Louie Bernstein lost his job as a general manager for an Atlanta computer company on Feb. 2 and immediately decided an ordinary résumé wouldn’t cut it in this job market.
So Bernstein, 57, turned to YouTube. He created an eight-minute video of a mock interview using his camcorder. He wrote the script and had his son play the role of interviewer, and he now sends a link to the video along with his résumé when applying for jobs.
“My wife thought I was crazy spending time on this when I should be doing the traditional stuff like networking,” he said. “But I need to do something that stands out and separates me from the average bear.”
Videos can set some job hunters apart, especially in a tight labor market. And a growing number of employers are actually turning to video to interview far-flung candidates.
That means you may have to get your Fellini hat on, or at least start thinking about how videos can help your career.
While Bernstein hasn’t gotten an interview yet, his video has already been viewed more than 100 times.
Landing a job
But other job seekers have found success with videos.
Take Eric Romer. He heard about a marketing manager job at razor company HeadBlade via Twitter and decided to set up a blog called “Hire Me, HeadBlade,” where he included a YouTube video of himself shaving his head with the company’s product.
“I got a response within 24 hours, and the founder/CEO flew me out to interview less than a week later,” said Romer.
Todd Greene, HeadBlade’s CEO, said: “When I saw Eric's head shave video, I knew that he is, indeed, a HeadBlader.”
Romer started his new gig in Culver City, Calif., on Jan. 18.
While some hiring managers shun the often amateurish mini movies, others rave about them.
“It’s virtually impossible to get an impression of someone from a résumé, and videos have saved us so much time in the screening process,” said Heather Logrippo, owner of Distinctive Homes magazine.
So many people look great on paper, she said, but when they show up for an interview, they don’t match what they put down in their résumé and cover letter.
“It allows us to see how a candidate articulates themselves, dresses, communicates, nonverbal signals come across well, and we don't have to go through an entire interview process, like a bad date, if our first impression is unfavorable,” Logrippo said.
One recent 30-second video sent in by a job candidate really impressed Logrippo because it targeted her company.
“He talked about why he wanted to work for my company. He did his research. I was impressed by that,” she said.
Greg Garrison, president of vrecruiting for Austin, Texas-based vcfo, a national recruitment firm, cautions against potential problems inherent in video résumés.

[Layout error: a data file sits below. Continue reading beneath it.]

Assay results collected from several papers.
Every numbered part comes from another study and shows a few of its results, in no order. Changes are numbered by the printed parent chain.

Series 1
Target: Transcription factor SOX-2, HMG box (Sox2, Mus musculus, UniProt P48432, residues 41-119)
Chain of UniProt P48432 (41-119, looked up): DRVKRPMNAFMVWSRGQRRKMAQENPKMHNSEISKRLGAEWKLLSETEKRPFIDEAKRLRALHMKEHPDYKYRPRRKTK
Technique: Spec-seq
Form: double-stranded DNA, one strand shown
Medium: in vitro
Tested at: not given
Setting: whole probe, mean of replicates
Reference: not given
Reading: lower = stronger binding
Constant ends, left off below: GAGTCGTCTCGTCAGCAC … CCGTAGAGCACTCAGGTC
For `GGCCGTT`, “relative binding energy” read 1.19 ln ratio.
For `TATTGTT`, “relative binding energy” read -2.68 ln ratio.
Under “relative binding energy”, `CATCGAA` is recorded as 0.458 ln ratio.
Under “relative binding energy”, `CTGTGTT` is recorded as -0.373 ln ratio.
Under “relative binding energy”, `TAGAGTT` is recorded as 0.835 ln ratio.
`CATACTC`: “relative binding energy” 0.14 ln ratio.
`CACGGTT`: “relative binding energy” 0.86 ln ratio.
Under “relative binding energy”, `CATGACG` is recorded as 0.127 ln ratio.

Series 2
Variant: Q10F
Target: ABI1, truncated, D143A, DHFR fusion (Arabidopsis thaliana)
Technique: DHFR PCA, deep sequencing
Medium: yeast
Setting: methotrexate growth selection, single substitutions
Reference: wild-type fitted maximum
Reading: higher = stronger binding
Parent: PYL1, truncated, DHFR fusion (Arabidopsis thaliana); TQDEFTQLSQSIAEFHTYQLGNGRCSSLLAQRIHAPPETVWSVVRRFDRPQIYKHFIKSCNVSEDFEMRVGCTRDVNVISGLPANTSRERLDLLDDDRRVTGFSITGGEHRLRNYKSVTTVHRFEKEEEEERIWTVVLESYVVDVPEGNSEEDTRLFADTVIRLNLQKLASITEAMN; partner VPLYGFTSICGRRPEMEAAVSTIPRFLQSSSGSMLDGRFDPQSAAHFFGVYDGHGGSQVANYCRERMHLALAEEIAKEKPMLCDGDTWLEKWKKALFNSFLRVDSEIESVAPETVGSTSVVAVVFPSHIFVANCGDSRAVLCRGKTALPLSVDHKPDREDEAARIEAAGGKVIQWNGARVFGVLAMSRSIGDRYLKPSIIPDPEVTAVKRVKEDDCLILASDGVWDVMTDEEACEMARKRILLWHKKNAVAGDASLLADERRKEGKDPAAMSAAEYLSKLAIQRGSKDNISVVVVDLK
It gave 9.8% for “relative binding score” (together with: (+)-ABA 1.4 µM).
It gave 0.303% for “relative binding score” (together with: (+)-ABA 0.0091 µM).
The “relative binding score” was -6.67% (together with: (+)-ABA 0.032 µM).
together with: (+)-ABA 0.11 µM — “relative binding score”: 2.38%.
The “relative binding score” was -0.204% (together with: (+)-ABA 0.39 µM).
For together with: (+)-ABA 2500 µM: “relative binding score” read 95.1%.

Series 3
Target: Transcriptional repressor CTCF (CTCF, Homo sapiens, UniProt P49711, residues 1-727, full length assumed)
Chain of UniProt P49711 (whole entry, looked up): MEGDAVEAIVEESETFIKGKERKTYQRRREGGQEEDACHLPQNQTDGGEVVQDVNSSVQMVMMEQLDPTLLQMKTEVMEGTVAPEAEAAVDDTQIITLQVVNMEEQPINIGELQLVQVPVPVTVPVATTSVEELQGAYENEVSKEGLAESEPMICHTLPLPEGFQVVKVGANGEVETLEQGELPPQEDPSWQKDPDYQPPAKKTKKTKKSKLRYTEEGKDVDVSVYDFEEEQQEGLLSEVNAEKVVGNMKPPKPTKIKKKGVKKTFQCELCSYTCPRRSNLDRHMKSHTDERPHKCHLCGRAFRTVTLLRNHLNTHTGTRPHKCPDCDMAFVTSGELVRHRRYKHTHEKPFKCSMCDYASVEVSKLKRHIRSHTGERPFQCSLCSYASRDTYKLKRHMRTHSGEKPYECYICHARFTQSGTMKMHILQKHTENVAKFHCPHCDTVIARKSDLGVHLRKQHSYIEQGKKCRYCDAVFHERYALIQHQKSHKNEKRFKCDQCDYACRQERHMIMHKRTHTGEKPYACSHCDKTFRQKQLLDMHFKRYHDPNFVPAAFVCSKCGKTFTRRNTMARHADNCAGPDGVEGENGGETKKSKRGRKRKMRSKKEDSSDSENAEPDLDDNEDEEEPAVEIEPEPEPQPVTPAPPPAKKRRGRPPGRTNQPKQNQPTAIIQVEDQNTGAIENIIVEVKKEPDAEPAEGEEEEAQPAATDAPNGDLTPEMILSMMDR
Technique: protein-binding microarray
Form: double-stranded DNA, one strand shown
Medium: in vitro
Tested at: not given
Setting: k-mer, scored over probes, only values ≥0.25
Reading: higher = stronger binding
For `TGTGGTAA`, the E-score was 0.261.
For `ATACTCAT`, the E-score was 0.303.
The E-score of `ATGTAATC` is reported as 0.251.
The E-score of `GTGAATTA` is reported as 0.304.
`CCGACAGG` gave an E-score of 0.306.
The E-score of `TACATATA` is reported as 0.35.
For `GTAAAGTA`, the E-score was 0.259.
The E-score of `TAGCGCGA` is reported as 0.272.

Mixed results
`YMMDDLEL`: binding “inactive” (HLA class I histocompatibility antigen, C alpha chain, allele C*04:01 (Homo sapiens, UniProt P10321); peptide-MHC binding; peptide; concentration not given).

First, discrimination issues can arise because now a hiring manager can see the candidate’s skin color or race. Also, few human resources professionals have time to view these videos, whereas a résumé takes only seconds to scan.
A video can also doom your chances at landing a job.
“We had a guy send in a video, and he was in a tank top and athletic shorts. He was applying for a mid-level job, and he was talking about this golf game and that he likes to go to nightclubs,” Garrison recalled. “We all snickered at it.”
The key to a good video, he said, is “coming across credible and clever.”
Clearly, shaving your head in a YouTube video — or doing a video at all — may not be right for every job or job candidate, especially since so many people don’t feel that comfortable in front of a camera.
But you may be asked to talk to a camera soon whether you like it or not. Video services like Skype and HireVue are being used more and more by employers as a way to check out job candidates.
Zappos.com recently began using Skype to conduct candidate interviews.
“We spent a ton of money flying candidates in for a day of interviews and were thinking of ways to cut costs,” said Christa Foley, recruiting manager for online shoe company Zappos. “And some people have a tougher time expressing themselves over the phone. If you can see them, it’s a different experience. You can read their body language and see their expressions.”
She offered some advice to job seekers who may end up on the other end of a video interview:
- Find out the dress code of a company and dress like you were going to do an in-person interview.
- Sit in a well-lit room.
- Remove clutter.
- Don’t have dogs and kids running in the background.
- Make eye contact.
- And do a practice call with a friend.
For public consumption
If you’re posting a video of yourself on YouTube in order to land a job, you’re definitely putting it out there for the world to see. A hiring manager might also come across personal videos of you on Facebook, or a on blog, by Googling your name.
It might be a good idea to beat them to the punch and create your own video so that it will come up first in an online search.
But keep in mind that poor-quality videos, or ones where you don’t come off looking or sounding good, are probably going to doom your chances for a face-to-face interview, human resource experts said.
If you want to create your own video, there are several things you should keep in mind, said Kurt Weyerhauser, managing partner at executive search firm Kensington Stone.
“This video then can be viewed by any number of people at the hiring company, including the hiring manager. The main issue here is to understand how and by whom this information will be used,” he said. “It makes it even more important that the responses you provide are ones you can live with and would be proud of if ever they were to be made public.”